D.J. Williams: I think the focus should always be on the craft of writing, developing characters, and building an audience. As far as sales, I think if a story resonates with readers word of mouth will be the best marketing to get sales. I will say that the challenge with the ever-changing distribution channels is that we must always be sure to work hard on delivering the very best project we can instead of rushing the process because we can get it on Amazon overnight.

D.O: Hmm. That’s a good advice. Thank you once again for joining us on Authors Curtilage Book Dialogue. We wish you the publishing best and hope that all good things come your way with your book.

D.J. Williams: Thank you for having me, and I hope your readers will be inspired to dive into one of my books, and to pursue their dreams!

Contact D.J. Williams Now! Twitter Facebook Website

Buy his New book Waking Lazarus! Amazon

D.J. Williams joined the Authors’ Curtilage Book Dialogue via email from Sunny California

Tuesday, December 20, 2016

If you’re a writer (whether you’re paid or not,) then you want to make sure that you’re producing the best version of your message possible!

If you’re hoping to get paid for your writing then
you MUST produce the best version of your message possible.

Readers have to not only comprehend your message,
but they also need to understand the tone, the voice,
the context in which your words are speaking – to THEM!

You know that English is a “living language” with new words added to the dictionary every year (over 1000 were added to the Oxford English Dictionary in 2015 alone- and that’s not including sub-entries…) and new phrases becoming part of the lexicon.

And communicating is a shifting landscape. 
It’s ok to start a sentence with “and” now. Given the right context. ;-)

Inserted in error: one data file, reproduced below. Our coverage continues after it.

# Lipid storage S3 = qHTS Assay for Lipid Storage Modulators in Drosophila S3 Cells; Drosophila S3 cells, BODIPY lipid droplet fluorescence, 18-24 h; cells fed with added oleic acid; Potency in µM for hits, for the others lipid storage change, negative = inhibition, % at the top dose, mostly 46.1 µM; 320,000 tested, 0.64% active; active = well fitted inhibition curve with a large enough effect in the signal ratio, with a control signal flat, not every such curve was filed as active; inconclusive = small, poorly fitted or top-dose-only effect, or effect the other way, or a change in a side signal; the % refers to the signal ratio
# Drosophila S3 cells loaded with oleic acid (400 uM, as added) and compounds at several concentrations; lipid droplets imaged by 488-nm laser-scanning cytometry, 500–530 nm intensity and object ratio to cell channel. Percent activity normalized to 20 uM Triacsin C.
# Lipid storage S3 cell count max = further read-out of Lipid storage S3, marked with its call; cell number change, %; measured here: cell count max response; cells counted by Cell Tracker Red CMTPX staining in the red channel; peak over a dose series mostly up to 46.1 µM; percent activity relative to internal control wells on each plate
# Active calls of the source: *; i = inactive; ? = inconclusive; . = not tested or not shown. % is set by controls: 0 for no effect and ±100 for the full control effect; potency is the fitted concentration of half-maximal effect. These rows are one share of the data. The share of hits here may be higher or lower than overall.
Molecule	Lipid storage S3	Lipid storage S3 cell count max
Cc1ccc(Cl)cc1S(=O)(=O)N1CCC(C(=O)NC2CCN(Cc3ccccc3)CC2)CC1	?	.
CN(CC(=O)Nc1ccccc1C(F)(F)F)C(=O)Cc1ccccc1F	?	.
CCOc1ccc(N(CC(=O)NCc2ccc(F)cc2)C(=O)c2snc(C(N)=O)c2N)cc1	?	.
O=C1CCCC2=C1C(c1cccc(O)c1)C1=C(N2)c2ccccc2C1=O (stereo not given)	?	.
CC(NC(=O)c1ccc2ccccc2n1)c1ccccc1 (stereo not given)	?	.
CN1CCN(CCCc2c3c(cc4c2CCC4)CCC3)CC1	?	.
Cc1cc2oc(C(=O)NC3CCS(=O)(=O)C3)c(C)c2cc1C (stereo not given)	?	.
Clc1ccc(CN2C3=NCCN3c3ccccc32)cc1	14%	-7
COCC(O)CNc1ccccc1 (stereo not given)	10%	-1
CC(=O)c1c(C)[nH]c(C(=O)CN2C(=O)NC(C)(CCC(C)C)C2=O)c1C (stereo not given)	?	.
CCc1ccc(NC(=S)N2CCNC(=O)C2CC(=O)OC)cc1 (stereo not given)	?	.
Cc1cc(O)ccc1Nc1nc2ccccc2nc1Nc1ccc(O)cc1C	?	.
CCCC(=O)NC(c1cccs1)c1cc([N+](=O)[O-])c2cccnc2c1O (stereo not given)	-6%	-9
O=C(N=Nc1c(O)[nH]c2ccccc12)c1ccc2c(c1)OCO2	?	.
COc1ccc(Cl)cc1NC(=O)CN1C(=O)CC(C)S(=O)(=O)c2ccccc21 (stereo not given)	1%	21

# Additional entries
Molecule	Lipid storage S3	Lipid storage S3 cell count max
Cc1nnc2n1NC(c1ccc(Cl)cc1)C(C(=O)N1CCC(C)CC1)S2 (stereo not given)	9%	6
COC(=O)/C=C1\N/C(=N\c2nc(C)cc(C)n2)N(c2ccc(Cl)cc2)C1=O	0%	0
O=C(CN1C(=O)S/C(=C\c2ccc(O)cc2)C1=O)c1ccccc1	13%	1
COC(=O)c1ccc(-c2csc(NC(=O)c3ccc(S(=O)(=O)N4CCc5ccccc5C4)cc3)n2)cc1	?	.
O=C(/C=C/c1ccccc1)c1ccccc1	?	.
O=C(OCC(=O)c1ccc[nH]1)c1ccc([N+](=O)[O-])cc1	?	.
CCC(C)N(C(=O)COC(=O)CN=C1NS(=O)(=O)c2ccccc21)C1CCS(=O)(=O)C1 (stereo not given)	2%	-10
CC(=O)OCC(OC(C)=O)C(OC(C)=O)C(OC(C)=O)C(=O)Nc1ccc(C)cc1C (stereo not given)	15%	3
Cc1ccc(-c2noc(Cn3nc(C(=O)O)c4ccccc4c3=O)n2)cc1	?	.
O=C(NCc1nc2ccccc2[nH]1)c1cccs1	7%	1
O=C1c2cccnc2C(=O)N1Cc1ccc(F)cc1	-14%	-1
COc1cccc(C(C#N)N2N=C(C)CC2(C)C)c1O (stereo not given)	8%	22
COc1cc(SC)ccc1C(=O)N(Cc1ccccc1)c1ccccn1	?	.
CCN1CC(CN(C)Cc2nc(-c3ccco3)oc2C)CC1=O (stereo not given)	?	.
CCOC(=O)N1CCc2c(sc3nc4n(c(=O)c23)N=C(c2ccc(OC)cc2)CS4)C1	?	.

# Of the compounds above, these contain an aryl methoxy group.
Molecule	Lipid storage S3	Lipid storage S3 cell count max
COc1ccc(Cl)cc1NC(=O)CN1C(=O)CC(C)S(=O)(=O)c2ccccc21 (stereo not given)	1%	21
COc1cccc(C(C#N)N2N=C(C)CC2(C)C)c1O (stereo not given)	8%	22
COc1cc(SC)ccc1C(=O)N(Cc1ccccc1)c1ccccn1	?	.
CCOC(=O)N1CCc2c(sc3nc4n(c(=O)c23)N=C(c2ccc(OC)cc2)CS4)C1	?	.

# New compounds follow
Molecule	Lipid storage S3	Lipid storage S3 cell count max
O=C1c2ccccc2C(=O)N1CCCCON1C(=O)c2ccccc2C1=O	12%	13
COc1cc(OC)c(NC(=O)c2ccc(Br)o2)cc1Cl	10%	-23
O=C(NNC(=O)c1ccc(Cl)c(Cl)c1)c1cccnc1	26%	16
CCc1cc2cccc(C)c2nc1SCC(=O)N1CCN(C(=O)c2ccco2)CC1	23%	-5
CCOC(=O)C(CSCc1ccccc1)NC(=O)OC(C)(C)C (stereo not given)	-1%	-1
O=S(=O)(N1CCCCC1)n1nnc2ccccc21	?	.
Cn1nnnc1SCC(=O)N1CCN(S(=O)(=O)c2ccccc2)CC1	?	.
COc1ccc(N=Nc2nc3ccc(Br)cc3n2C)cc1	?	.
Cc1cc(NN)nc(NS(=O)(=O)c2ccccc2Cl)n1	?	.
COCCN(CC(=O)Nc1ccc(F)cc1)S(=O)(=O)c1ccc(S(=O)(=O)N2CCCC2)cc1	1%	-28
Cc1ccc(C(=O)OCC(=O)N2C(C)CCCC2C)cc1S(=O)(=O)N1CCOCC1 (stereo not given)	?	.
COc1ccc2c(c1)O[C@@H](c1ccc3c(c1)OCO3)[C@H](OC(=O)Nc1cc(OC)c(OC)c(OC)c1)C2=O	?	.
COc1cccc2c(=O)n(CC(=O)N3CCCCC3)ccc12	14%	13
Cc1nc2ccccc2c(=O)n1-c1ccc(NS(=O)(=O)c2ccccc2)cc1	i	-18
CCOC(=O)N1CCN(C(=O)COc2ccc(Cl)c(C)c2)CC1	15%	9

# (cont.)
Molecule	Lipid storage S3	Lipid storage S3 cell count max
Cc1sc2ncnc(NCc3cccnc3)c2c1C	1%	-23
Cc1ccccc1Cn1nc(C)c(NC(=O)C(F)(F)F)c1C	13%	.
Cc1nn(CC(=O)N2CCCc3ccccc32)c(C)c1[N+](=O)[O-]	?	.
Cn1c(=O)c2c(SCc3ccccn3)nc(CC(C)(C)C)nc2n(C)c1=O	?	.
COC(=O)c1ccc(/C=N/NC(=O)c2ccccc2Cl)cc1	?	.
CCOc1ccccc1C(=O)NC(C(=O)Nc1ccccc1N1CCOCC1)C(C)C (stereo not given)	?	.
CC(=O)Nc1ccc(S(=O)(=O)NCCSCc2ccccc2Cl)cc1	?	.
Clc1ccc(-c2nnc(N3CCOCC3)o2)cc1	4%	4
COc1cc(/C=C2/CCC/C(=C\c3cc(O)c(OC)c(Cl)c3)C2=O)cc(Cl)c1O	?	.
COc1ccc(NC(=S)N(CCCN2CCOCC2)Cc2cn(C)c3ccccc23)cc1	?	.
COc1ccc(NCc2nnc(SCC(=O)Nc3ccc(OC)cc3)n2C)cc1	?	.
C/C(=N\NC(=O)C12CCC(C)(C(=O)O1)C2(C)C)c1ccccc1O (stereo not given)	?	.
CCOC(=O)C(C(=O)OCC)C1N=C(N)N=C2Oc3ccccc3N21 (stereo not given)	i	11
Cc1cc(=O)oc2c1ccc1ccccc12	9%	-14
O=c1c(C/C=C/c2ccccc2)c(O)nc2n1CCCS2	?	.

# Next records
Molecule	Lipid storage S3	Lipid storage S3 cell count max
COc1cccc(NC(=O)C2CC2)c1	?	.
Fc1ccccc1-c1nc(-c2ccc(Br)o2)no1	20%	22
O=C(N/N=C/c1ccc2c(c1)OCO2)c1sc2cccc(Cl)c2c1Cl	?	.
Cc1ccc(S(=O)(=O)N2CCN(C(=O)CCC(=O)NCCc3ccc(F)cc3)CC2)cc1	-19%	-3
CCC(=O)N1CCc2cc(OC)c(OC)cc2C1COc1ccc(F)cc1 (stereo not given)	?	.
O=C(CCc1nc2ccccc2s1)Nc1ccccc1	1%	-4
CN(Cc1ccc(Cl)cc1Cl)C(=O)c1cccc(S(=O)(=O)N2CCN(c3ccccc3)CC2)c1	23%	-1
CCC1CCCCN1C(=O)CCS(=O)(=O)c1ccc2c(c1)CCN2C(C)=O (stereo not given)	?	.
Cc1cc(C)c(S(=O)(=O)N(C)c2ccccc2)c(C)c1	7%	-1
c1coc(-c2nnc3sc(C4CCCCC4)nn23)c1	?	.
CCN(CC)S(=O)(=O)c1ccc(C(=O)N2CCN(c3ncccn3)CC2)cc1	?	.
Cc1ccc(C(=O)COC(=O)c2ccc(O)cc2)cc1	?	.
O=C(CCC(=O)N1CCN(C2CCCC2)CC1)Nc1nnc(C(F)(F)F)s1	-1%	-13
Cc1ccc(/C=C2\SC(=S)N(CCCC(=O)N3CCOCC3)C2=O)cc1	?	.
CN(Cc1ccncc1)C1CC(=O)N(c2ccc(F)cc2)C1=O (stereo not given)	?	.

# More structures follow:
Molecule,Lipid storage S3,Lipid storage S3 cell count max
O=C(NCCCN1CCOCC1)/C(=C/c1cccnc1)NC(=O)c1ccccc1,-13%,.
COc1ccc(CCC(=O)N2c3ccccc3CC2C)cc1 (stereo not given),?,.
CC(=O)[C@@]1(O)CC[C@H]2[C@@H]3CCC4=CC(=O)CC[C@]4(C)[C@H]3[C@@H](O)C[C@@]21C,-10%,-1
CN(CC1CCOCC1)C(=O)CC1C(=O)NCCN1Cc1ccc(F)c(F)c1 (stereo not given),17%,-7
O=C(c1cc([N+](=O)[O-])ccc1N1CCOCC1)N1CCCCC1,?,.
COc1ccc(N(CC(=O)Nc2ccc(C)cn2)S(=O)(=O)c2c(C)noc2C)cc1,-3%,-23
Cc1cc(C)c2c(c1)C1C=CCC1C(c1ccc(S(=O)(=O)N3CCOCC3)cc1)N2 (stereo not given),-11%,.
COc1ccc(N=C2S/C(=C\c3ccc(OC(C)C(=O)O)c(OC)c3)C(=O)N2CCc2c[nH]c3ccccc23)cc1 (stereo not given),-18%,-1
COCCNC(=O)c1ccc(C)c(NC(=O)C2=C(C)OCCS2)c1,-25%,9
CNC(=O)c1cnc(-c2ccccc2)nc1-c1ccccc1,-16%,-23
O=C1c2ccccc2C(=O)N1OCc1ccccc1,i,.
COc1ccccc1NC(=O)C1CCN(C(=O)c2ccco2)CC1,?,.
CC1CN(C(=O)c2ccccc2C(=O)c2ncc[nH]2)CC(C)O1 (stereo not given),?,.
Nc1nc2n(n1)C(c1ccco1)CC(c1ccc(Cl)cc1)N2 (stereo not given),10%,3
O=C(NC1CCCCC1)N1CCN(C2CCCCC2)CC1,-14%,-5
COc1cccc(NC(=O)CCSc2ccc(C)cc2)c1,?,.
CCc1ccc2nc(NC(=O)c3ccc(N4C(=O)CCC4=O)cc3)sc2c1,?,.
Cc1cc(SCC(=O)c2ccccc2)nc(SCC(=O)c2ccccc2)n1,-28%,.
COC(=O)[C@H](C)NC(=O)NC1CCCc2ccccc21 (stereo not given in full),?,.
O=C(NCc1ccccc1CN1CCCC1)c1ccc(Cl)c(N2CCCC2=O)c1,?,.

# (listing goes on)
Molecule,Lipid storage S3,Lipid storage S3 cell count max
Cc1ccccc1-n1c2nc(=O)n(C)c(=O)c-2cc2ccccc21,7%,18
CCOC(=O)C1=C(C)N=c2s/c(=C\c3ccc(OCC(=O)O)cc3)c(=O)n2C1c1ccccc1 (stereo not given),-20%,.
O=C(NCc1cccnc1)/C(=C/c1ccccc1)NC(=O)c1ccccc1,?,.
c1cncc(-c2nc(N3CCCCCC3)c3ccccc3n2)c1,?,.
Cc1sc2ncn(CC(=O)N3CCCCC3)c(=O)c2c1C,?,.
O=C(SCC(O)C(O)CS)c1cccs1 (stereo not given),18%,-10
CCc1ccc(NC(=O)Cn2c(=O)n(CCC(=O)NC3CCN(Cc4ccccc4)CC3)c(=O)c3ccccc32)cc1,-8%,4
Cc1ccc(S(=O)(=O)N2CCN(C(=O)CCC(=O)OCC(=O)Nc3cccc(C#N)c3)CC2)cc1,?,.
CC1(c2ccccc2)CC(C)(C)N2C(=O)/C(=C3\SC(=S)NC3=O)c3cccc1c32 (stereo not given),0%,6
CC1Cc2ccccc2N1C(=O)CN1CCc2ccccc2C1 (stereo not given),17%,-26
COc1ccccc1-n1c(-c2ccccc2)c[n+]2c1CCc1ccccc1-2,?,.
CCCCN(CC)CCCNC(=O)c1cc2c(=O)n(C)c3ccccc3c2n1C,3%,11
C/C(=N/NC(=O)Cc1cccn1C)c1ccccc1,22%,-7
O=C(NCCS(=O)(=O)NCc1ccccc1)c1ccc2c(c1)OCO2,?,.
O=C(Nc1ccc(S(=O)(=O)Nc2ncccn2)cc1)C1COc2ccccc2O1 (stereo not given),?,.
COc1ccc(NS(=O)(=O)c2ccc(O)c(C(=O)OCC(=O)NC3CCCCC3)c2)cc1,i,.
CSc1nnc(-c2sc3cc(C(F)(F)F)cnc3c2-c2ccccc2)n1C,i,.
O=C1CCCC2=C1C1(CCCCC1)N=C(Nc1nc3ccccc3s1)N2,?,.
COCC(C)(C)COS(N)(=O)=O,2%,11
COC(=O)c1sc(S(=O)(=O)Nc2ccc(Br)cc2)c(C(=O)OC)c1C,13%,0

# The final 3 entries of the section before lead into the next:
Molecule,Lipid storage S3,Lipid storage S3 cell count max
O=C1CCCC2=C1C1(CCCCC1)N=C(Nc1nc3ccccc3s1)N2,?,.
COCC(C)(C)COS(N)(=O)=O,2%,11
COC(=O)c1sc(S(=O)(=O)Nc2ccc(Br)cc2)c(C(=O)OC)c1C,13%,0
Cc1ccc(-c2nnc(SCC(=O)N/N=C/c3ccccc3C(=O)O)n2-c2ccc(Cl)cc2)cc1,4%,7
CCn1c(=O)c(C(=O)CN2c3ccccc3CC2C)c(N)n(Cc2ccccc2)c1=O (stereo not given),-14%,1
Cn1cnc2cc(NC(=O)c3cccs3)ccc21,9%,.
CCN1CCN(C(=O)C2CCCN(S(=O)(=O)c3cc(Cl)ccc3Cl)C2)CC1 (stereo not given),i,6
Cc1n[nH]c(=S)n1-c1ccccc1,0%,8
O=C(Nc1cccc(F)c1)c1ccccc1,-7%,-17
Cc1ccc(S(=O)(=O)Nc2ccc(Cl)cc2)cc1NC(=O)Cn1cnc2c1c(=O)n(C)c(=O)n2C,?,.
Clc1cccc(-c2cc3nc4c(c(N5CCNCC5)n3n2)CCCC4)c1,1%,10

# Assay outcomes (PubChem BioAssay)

So we’ve made it easy for you to stay completely abreast of what you need to know, when you need to know it, to get the most out of your writing. Our friend (and bestselling writer, Nick Daws) has put together a tremendous “cheat sheet” for anyone who takes their writing seriously.

You can get it right here >>>>

Come and see how much value Nick has packed into an easy to use, definitive reference guide to Writing English: The Essentials of English- For Authors.

If anyone can cut through the jungle that our language has become, it’s Nick. Let him give you your own “machete” to cut through the noise, have your voice heard, your message understood, and have your point taken.

The Essentials of English –For Authors will become any writer’s best friend. I know it’s become mine. I keep it on my desktop and refer to it daily- at least once.

Come check it out >>>>

It’s Essential for a reason!

The best in Writing
Trent Steele, Editor
Write Street Newsletter
Part of the Self Development Network

Afraid No One Will Take You Seriously as a Freelance Writer?: Do you feel like a fraud, putting yourself out there as a freelance writer? Here are some concrete steps to take to present yourself with confidence.

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About Me

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Damilola Ogunremi is a trained, talented and creative writer. Her passion to help authors in all aspects of online marketing flows through in the expert interviews and reviews she provides. She also blog about other scintillating contents, from health, to books, writing, film, fashion, to creative tutorials to writing ideas, and contents creative minds and fans will love. In addition she is a certified etiquette and image consultant, founder DRS Etiquette and Image Consulting, helping children, pre-teens and teens develop as individuals who standout in a good way in the world where good manners are crucial. As well as helping, big and small business rig out today’s workplace challenges, impart their employees with improved confidence that increase ROI. If your blog/business is something that fits with her blogs, She would be happy to have you advertise with her!